The inspiration for the next series of posts came from watching this episode of the Korean food drama, Gourmet (Sik Gaek ??) where the protagonist, Sung Chan took part in a beef tasting contest in which he had to identify different cuts of beef blindfolded! This got me really intrigued, and I told myself that one day, I would want to do a beef deGYUstation myself.
One of the best ways to experience such a deGYUstation is to dine Yakiniku style. When I was in Tokyo recently, my friend Hisato brought me to a Yakiniku restaurant and we literally ate every part of the cow including the Naizou (innards). In Singapore, not only is there a restriction on the importation of innards, most Yakiniku restaurants only bring in selected parts of the cow. So most of us would be more familiar with the popular cuts like Ribeye, Sirloin and Short Rib.
The opportunity for my deGYUstation arose when my friend Shinji informed me that Magosaburou actually imports the whole cow for their restaurant. According to the people at Magosaburou, their Wagyu experts went all around Japan looking for the best Wagyu and finally chose Kurohana Wagyu from Kumamoto prefecture (Kyushu). In order to be able to serve this beef in Singapore, they had to import the whole cow in themselves instead of just selected cuts. This means that not only are they the only ones in Singapore that serve Kurohana Wagyu, they also serve some of the rarer cuts of meat which you can only get when you import the whole cow!
Let’s start our deGYUstation with the more familiar cuts before we get to the more esoteric ones. The Ribeye is a great place to start as it also happens to be my favourite cut for steaks. I have to emphasize “for steaks” because all parts of the beef cattle are delicious if they are cooked in the right way. So if I am thinking of Cantonese style stewed beef, then the brisket would have been my favourite cut. But when it comes to a beef steak, Ribeye is king. In fact, if I had my way, I would be only eating the Ribeye cap, which the Japanese call “Kaburi”. This is the thin flap of meat around the rim of the Ribeye steak which is the most most tender and flavourful part of the whole cow.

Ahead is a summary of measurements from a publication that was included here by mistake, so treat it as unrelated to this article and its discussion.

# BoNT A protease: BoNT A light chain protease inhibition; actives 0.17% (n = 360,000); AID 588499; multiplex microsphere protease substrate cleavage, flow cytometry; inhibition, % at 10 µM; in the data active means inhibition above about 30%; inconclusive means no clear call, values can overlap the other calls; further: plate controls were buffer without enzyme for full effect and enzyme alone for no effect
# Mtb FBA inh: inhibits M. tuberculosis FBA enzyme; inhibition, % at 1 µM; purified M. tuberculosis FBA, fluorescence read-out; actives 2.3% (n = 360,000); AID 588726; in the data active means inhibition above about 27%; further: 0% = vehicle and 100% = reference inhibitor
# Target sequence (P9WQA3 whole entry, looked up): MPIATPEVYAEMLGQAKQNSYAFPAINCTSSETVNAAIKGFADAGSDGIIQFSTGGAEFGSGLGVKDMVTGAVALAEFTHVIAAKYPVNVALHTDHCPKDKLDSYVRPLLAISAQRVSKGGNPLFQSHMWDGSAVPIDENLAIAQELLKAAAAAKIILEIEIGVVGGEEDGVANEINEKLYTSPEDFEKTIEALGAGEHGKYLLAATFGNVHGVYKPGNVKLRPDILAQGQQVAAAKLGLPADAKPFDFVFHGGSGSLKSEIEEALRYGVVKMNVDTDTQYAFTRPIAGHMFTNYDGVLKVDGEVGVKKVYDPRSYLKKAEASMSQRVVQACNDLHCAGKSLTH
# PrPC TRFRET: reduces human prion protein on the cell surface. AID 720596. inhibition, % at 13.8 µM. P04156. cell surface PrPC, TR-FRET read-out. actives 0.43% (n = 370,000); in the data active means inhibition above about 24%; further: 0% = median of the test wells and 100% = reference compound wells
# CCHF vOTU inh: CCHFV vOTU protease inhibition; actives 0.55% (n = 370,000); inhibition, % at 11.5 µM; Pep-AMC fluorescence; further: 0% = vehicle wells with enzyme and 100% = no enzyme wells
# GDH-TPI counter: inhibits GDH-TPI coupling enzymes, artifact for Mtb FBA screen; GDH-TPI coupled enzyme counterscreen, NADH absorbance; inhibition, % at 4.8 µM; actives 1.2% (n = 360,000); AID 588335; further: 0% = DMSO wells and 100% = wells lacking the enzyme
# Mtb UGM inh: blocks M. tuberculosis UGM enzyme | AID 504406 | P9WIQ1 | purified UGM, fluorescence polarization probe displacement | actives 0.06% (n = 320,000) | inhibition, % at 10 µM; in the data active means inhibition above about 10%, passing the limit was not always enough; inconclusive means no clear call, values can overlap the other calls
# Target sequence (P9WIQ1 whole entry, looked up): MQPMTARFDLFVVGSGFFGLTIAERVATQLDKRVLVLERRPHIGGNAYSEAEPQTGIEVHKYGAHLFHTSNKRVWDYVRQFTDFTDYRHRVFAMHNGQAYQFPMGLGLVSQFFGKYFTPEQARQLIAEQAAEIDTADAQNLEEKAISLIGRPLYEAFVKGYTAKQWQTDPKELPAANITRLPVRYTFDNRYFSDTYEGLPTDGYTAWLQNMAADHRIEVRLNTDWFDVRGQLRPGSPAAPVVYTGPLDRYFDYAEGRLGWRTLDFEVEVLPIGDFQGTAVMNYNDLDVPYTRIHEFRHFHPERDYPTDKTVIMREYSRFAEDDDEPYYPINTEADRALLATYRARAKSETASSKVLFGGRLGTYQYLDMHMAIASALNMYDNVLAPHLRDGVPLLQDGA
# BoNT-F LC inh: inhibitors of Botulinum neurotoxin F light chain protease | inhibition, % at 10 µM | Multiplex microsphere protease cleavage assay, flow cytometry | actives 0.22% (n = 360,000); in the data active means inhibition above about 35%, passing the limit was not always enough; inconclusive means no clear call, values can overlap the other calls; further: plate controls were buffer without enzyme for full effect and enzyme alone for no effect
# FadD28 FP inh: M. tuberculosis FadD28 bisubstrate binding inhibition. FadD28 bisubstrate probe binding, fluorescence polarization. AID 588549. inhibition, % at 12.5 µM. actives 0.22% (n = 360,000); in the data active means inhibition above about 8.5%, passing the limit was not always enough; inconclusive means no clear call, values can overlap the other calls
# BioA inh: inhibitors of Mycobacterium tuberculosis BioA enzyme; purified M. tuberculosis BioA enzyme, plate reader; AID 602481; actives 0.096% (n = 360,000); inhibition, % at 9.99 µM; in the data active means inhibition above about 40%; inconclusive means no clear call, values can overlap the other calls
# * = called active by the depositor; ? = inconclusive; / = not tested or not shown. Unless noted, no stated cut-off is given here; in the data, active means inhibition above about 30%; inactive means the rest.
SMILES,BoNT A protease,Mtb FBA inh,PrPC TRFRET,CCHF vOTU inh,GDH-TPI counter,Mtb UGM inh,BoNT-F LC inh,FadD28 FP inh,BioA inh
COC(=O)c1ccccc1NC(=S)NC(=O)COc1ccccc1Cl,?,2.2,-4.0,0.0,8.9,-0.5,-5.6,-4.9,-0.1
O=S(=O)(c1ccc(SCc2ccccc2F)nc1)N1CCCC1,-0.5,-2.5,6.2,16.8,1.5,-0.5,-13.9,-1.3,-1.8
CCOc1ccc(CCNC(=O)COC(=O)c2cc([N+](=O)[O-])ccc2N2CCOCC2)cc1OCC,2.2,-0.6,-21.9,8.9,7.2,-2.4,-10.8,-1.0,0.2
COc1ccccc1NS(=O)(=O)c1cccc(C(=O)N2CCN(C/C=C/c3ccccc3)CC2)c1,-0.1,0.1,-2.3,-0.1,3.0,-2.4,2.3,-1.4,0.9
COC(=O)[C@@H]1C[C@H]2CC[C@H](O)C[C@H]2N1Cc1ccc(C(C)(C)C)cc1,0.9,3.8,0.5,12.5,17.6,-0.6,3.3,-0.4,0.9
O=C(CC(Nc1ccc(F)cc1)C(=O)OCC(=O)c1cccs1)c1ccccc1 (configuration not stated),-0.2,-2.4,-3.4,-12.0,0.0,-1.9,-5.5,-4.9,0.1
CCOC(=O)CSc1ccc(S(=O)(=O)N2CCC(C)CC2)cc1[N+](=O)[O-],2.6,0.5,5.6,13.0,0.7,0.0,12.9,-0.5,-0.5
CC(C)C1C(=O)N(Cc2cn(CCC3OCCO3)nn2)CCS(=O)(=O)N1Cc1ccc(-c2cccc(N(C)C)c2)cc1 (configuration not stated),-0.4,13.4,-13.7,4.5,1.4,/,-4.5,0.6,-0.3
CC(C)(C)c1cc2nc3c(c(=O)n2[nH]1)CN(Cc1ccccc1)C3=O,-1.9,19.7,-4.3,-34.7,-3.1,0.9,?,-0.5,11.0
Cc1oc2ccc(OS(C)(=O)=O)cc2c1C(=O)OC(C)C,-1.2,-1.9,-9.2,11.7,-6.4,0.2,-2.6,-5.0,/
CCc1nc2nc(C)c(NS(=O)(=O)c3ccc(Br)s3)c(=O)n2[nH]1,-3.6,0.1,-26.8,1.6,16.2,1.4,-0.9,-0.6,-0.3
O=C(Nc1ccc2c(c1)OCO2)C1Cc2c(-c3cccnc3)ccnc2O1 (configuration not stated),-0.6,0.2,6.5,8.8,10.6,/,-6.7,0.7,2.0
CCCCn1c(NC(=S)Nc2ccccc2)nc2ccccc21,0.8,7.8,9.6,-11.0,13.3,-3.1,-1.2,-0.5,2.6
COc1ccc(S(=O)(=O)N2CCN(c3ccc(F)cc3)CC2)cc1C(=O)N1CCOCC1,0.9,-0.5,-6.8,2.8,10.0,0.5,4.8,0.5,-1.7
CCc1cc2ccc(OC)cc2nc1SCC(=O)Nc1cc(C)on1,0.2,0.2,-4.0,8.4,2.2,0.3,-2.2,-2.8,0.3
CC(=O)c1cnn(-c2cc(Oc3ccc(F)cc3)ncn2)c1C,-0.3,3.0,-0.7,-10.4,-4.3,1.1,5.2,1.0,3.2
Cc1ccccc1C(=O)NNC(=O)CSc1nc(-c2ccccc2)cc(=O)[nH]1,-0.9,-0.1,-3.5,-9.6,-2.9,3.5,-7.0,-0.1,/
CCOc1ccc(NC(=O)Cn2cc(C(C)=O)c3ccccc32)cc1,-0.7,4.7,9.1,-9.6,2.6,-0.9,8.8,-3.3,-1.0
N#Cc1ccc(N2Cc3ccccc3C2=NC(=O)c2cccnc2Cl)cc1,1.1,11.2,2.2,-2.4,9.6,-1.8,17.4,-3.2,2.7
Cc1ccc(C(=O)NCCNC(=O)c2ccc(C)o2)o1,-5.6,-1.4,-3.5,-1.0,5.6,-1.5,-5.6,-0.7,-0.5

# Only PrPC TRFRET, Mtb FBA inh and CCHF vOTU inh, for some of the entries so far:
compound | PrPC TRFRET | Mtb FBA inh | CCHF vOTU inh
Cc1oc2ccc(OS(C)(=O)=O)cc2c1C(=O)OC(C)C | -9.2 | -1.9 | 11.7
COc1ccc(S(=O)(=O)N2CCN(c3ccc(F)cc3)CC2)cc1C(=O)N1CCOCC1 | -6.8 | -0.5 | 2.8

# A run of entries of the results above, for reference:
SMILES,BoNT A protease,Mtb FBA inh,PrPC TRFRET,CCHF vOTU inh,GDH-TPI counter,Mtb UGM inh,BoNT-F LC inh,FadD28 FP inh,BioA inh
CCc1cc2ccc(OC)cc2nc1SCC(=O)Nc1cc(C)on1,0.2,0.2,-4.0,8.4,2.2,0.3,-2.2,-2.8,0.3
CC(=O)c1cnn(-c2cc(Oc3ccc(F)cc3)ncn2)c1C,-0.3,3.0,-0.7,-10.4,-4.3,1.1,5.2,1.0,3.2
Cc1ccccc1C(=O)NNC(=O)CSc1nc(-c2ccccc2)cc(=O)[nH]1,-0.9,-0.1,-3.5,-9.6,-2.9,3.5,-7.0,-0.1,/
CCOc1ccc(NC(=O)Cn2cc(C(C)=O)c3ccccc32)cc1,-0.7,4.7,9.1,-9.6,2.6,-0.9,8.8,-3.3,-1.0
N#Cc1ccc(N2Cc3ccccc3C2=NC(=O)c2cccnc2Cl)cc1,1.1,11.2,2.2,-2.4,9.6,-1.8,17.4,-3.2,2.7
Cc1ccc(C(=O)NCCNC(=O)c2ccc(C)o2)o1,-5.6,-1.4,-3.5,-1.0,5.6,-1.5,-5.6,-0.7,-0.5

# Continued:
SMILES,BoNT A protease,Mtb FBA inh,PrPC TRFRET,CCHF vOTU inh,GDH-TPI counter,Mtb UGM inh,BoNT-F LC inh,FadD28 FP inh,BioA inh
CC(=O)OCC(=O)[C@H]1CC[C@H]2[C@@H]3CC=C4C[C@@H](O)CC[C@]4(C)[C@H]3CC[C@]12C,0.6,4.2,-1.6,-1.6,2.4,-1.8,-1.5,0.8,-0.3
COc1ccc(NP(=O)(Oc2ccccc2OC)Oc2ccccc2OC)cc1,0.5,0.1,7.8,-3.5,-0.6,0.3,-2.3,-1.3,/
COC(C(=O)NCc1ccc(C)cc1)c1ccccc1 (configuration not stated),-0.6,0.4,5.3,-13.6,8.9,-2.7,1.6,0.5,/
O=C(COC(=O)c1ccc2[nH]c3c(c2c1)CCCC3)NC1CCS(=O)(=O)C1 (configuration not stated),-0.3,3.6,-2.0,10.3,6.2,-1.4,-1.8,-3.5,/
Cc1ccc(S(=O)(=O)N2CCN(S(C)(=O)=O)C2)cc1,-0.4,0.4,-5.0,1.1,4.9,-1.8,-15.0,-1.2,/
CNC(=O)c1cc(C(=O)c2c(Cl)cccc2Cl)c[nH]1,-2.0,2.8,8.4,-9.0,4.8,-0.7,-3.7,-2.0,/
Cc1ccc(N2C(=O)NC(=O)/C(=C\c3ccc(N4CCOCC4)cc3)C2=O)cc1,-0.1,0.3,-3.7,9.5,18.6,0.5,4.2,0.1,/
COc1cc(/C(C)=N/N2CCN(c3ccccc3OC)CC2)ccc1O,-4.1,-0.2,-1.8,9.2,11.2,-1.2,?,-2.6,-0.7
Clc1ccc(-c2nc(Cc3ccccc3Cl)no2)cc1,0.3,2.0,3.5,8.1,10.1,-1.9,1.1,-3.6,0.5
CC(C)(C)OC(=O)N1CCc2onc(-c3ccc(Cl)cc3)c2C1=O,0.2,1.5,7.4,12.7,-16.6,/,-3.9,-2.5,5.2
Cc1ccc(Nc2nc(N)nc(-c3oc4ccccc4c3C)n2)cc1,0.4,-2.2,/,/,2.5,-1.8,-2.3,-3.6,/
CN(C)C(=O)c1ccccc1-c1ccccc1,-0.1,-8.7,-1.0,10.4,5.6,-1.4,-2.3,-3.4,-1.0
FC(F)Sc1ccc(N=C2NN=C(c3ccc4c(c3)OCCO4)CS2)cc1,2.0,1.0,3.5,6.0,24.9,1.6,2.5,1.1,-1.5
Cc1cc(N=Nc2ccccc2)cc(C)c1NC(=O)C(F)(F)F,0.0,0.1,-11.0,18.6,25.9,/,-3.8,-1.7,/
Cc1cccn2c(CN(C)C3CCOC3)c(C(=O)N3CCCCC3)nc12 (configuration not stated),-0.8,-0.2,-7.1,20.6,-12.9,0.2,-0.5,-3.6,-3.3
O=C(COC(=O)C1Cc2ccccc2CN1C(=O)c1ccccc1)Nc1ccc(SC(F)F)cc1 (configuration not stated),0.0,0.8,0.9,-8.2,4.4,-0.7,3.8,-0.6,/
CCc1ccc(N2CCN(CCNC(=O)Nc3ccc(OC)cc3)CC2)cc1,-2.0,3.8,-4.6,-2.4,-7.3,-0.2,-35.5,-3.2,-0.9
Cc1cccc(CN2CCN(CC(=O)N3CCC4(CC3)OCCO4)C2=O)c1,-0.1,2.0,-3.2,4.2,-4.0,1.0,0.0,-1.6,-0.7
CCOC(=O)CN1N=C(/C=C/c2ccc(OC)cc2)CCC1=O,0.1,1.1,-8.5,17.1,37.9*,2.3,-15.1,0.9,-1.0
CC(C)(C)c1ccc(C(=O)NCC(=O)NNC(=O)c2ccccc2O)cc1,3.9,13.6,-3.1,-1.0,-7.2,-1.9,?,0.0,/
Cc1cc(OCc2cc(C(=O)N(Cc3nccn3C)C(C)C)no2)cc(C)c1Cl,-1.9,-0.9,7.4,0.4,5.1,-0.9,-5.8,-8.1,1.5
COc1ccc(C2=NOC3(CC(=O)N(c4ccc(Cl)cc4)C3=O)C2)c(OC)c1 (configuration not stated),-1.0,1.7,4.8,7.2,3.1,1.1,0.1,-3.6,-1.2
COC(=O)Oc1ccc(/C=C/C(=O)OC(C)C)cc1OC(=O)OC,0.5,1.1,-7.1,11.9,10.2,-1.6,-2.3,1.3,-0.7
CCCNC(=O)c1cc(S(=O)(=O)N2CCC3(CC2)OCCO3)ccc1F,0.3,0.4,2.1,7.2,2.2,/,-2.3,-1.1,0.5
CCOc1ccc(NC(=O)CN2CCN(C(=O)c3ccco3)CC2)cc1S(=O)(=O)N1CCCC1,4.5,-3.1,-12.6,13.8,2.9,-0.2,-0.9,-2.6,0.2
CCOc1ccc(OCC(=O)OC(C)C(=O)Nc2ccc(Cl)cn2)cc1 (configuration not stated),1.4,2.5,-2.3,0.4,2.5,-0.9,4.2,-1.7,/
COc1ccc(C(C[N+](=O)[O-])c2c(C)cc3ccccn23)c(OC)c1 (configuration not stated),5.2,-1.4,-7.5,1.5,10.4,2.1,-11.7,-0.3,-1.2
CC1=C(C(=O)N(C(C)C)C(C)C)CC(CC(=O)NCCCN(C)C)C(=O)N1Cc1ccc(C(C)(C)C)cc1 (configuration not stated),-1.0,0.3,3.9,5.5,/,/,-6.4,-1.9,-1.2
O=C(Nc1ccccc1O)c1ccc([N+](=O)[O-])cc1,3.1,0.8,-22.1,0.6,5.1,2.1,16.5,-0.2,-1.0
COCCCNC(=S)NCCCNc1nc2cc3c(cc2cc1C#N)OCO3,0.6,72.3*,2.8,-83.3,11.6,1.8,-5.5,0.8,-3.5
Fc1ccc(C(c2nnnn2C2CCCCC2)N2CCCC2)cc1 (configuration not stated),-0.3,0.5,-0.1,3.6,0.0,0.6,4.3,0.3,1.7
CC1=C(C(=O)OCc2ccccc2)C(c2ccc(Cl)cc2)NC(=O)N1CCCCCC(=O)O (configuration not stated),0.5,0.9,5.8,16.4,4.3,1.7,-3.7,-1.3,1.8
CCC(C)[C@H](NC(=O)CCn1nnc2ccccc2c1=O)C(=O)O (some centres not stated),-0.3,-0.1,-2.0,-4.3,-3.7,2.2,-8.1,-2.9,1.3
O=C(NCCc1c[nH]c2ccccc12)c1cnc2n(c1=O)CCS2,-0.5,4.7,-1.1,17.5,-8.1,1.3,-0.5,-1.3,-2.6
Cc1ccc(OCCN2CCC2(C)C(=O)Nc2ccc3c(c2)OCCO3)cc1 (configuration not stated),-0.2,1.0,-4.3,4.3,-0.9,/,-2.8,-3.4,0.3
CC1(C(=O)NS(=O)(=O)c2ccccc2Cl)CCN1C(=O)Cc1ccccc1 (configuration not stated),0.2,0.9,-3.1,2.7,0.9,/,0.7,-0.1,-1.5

The Ribeye is essentially made up of three muscles. The large central one is the longissimus dorsi muscle with is a long muscle that stretches down the back of the cow. There are two muscles that constitute the cap, viz the spinalis dorsi and multifidus dorsi. These are two flat muscles that lie next to the backbone of the cattle and are very tender, extremely marbled and very flavourful. Some chefs call this the “butter” of the cow. I call it beef heaven.
Because these cuts are generally quite tender to begin with, most Yakiniku restaurants would cut them relatively thick, just shy of a centimetre. When you sink your teeth into a slice of nicely grilled Ribeye, you will be rewarded with a burst of beefy juices. Now close your eyes and allow the aroma waft up your nose, let the umami flavour linger at the back of your palate for a while and wash it all down with a sip of sake! Ah….
As you move down the back of the cow to where the rib cage ends (13th rib), you get to the Sirloin (Shortloin in the US) primal. This cut is characterized by a thick layer of fat on one side of the steak. Being a non-weight bearing muscle, this is a very tender cut and very popular for steaks. The texture, juiciness and flavour of the Sirloin is very similar to the centre part of the Ribeye because it is basically the continuation of the same longissimus dorsi muscle down the back of the cow.
Contrary to what is popularly believed. The Sirloin is not called “Sir” loin to denote its premium status amongst steaks. Rather, it was derived from the old French “surlonge” which means “above the loins”.
In Singapore, a Sirloin steak usually refers to the Shortloin portion of the cattle which is the portion of the cattle between the ribcage and the pelvic bone. This primal is a little more confusing because the British and Americans define their Sirloin primal differently. The Sirloin primal (US) covers the entire hip area of the cattle and is divided into Top Sirloin, Bottom Sirloin, Sirloin Tip and Sirloin Cap. The premium cut is the Striploin which is commonly called the Sirloin in Singapore and it should look like the photo above. Some restaurants might serve Sirloin Tip or Top Sirloin and price it very competitively. These are fine and are perfectly good meats but they should be not be confused with a proper Sirloin steak.
The tenderloin is a favourite amongst the ladies as it is the most tender part of the cow and usually contains very little fat. However, the marbling can still be quite intense in the Wagyu cattle as you can see from the photo above. Technically, this is a single muscle called the psoas major and because it doesn’t do much work, it is very tender. Since there is only 1 kg of it in a 500kg cattle, it is also very expensive.